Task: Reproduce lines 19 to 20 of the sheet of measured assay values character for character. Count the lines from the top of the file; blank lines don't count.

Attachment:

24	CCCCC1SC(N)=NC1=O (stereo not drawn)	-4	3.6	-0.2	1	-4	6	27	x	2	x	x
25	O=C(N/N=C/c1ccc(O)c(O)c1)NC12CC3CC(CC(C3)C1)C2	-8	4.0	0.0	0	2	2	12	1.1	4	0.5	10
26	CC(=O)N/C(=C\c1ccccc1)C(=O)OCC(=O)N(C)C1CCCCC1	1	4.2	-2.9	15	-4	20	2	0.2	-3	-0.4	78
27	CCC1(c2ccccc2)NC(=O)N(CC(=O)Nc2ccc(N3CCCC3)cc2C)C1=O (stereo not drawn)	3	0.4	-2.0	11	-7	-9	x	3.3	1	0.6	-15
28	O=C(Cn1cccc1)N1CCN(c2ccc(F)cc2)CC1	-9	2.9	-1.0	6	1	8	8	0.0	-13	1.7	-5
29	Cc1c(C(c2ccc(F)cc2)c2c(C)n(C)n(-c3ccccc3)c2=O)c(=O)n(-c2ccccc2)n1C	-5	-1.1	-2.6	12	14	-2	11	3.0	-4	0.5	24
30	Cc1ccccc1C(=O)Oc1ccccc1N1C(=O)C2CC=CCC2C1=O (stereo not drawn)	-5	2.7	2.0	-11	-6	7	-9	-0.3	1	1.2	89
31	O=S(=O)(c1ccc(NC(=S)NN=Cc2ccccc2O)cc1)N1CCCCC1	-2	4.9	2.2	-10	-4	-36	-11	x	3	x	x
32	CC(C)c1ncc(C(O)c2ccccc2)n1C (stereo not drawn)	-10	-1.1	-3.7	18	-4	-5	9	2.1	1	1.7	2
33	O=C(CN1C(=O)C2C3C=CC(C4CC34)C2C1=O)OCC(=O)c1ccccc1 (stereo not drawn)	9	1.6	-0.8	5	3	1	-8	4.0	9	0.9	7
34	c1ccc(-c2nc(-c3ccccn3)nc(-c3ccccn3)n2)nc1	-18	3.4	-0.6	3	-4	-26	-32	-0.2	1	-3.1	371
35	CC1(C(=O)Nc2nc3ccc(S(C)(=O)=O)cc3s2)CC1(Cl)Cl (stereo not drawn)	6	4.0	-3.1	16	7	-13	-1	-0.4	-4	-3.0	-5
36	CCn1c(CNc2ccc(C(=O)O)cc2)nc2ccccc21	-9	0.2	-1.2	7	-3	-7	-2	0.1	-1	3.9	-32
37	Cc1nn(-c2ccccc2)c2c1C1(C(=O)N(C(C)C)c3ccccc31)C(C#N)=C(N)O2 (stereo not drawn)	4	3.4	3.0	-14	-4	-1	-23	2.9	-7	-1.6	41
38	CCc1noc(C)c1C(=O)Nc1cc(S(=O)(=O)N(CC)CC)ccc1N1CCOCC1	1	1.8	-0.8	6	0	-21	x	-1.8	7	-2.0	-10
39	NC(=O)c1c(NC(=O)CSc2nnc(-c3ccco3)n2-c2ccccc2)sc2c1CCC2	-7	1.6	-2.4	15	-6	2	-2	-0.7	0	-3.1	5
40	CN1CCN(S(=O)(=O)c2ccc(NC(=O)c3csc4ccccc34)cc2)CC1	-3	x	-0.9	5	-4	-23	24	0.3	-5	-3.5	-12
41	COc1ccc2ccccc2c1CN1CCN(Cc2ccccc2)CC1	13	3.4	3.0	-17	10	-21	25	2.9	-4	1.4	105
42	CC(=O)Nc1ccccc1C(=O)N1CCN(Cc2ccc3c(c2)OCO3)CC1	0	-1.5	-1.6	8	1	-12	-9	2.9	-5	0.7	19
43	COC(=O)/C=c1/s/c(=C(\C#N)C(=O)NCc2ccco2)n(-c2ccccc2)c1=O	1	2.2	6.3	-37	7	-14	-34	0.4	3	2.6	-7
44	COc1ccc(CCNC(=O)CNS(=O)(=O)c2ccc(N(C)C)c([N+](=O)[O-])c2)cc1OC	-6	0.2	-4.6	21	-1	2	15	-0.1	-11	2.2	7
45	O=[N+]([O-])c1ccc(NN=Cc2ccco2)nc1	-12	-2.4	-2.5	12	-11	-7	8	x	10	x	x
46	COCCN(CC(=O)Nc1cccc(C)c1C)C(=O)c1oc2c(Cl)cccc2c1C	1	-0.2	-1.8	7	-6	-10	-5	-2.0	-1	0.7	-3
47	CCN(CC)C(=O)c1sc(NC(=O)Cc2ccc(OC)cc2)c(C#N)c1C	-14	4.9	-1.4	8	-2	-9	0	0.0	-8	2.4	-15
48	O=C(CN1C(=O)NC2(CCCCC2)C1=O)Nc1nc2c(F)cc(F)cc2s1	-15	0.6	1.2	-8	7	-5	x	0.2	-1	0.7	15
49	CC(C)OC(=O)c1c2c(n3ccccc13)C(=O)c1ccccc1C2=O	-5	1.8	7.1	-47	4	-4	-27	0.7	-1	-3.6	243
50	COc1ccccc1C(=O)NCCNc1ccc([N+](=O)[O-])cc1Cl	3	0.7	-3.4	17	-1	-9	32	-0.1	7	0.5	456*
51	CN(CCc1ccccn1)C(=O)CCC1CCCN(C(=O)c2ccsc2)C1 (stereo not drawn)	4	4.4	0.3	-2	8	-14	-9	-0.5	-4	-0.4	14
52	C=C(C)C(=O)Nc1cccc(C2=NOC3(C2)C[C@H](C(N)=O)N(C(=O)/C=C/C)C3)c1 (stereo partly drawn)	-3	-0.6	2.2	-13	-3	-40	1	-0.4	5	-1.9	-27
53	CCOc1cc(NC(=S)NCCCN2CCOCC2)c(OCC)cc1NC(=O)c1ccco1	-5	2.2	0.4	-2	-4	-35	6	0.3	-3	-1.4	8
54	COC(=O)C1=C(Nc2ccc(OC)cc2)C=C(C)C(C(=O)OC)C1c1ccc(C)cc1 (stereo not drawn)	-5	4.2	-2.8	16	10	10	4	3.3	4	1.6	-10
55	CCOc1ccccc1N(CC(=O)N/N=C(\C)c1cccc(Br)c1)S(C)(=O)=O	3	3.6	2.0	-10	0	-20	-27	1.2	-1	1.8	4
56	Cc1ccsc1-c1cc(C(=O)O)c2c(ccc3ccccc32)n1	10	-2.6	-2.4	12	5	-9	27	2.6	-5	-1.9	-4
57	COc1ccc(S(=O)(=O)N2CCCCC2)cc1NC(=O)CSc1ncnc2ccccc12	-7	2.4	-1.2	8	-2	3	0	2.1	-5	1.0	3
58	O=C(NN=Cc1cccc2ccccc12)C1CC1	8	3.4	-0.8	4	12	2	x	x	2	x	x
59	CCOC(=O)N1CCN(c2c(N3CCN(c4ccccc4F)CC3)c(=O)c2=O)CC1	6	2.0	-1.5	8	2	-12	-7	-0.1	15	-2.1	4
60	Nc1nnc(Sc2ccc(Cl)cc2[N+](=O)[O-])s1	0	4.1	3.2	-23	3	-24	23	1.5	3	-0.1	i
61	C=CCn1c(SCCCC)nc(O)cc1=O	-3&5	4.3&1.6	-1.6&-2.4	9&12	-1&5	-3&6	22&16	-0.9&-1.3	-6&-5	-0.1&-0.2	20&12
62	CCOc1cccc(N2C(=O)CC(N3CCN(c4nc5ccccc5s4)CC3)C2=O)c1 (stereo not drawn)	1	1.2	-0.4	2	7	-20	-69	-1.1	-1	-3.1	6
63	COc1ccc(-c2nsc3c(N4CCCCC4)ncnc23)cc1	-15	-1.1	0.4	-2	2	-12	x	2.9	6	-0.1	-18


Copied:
42	CC(=O)Nc1ccccc1C(=O)N1CCN(Cc2ccc3c(c2)OCO3)CC1	0	-1.5	-1.6	8	1	-12	-9	2.9	-5	0.7	19
43	COC(=O)/C=c1/s/c(=C(\C#N)C(=O)NCc2ccco2)n(-c2ccccc2)c1=O	1	2.2	6.3	-37	7	-14	-34	0.4	3	2.6	-7